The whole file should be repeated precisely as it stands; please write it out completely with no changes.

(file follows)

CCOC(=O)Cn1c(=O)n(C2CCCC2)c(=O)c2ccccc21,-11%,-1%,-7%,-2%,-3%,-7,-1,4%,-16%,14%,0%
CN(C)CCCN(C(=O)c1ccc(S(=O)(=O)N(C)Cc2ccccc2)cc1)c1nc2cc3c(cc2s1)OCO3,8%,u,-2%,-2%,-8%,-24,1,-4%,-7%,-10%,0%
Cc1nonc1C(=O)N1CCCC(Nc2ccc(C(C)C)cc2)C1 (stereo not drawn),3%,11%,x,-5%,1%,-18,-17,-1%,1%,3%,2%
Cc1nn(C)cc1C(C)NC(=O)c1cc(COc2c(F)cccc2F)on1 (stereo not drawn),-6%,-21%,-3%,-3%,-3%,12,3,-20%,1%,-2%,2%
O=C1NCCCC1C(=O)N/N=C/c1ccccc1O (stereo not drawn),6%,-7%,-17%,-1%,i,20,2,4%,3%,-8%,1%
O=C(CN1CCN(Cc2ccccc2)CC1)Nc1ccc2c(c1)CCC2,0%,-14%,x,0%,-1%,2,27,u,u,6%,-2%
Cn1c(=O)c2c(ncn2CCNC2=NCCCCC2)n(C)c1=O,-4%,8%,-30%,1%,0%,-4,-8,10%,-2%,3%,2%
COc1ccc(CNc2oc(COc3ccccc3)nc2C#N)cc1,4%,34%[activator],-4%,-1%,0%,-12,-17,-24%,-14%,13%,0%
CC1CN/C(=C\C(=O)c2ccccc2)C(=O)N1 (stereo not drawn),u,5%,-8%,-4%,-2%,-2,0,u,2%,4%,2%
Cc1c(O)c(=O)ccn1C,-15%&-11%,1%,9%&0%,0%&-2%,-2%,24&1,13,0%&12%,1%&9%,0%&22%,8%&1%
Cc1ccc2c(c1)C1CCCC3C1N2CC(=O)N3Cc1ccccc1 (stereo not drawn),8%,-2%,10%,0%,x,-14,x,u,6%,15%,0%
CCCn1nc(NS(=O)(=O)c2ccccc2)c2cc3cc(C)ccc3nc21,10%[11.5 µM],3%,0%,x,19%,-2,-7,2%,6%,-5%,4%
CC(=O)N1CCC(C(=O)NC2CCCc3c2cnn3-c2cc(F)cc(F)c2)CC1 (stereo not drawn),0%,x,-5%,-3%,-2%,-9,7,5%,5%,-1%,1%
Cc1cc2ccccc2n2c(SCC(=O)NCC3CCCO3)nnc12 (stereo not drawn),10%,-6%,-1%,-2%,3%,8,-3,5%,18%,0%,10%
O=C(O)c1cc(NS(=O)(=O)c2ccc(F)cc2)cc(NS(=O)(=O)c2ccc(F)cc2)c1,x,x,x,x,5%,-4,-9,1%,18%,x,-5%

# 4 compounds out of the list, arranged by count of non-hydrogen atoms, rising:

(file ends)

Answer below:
CCOC(=O)Cn1c(=O)n(C2CCCC2)c(=O)c2ccccc21,-11%,-1%,-7%,-2%,-3%,-7,-1,4%,-16%,14%,0%
CN(C)CCCN(C(=O)c1ccc(S(=O)(=O)N(C)Cc2ccccc2)cc1)c1nc2cc3c(cc2s1)OCO3,8%,u,-2%,-2%,-8%,-24,1,-4%,-7%,-10%,0%
Cc1nonc1C(=O)N1CCCC(Nc2ccc(C(C)C)cc2)C1 (stereo not drawn),3%,11%,x,-5%,1%,-18,-17,-1%,1%,3%,2%
Cc1nn(C)cc1C(C)NC(=O)c1cc(COc2c(F)cccc2F)on1 (stereo not drawn),-6%,-21%,-3%,-3%,-3%,12,3,-20%,1%,-2%,2%
O=C1NCCCC1C(=O)N/N=C/c1ccccc1O (stereo not drawn),6%,-7%,-17%,-1%,i,20,2,4%,3%,-8%,1%
O=C(CN1CCN(Cc2ccccc2)CC1)Nc1ccc2c(c1)CCC2,0%,-14%,x,0%,-1%,2,27,u,u,6%,-2%
Cn1c(=O)c2c(ncn2CCNC2=NCCCCC2)n(C)c1=O,-4%,8%,-30%,1%,0%,-4,-8,10%,-2%,3%,2%
COc1ccc(CNc2oc(COc3ccccc3)nc2C#N)cc1,4%,34%[activator],-4%,-1%,0%,-12,-17,-24%,-14%,13%,0%
CC1CN/C(=C\C(=O)c2ccccc2)C(=O)N1 (stereo not drawn),u,5%,-8%,-4%,-2%,-2,0,u,2%,4%,2%
Cc1c(O)c(=O)ccn1C,-15%&-11%,1%,9%&0%,0%&-2%,-2%,24&1,13,0%&12%,1%&9%,0%&22%,8%&1%
Cc1ccc2c(c1)C1CCCC3C1N2CC(=O)N3Cc1ccccc1 (stereo not drawn),8%,-2%,10%,0%,x,-14,x,u,6%,15%,0%
CCCn1nc(NS(=O)(=O)c2ccccc2)c2cc3cc(C)ccc3nc21,10%[11.5 µM],3%,0%,x,19%,-2,-7,2%,6%,-5%,4%
CC(=O)N1CCC(C(=O)NC2CCCc3c2cnn3-c2cc(F)cc(F)c2)CC1 (stereo not drawn),0%,x,-5%,-3%,-2%,-9,7,5%,5%,-1%,1%
Cc1cc2ccccc2n2c(SCC(=O)NCC3CCCO3)nnc12 (stereo not drawn),10%,-6%,-1%,-2%,3%,8,-3,5%,18%,0%,10%
O=C(O)c1cc(NS(=O)(=O)c2ccc(F)cc2)cc(NS(=O)(=O)c2ccc(F)cc2)c1,x,x,x,x,5%,-4,-9,1%,18%,x,-5%

# 4 compounds out of the list, arranged by count of non-hydrogen atoms, rising: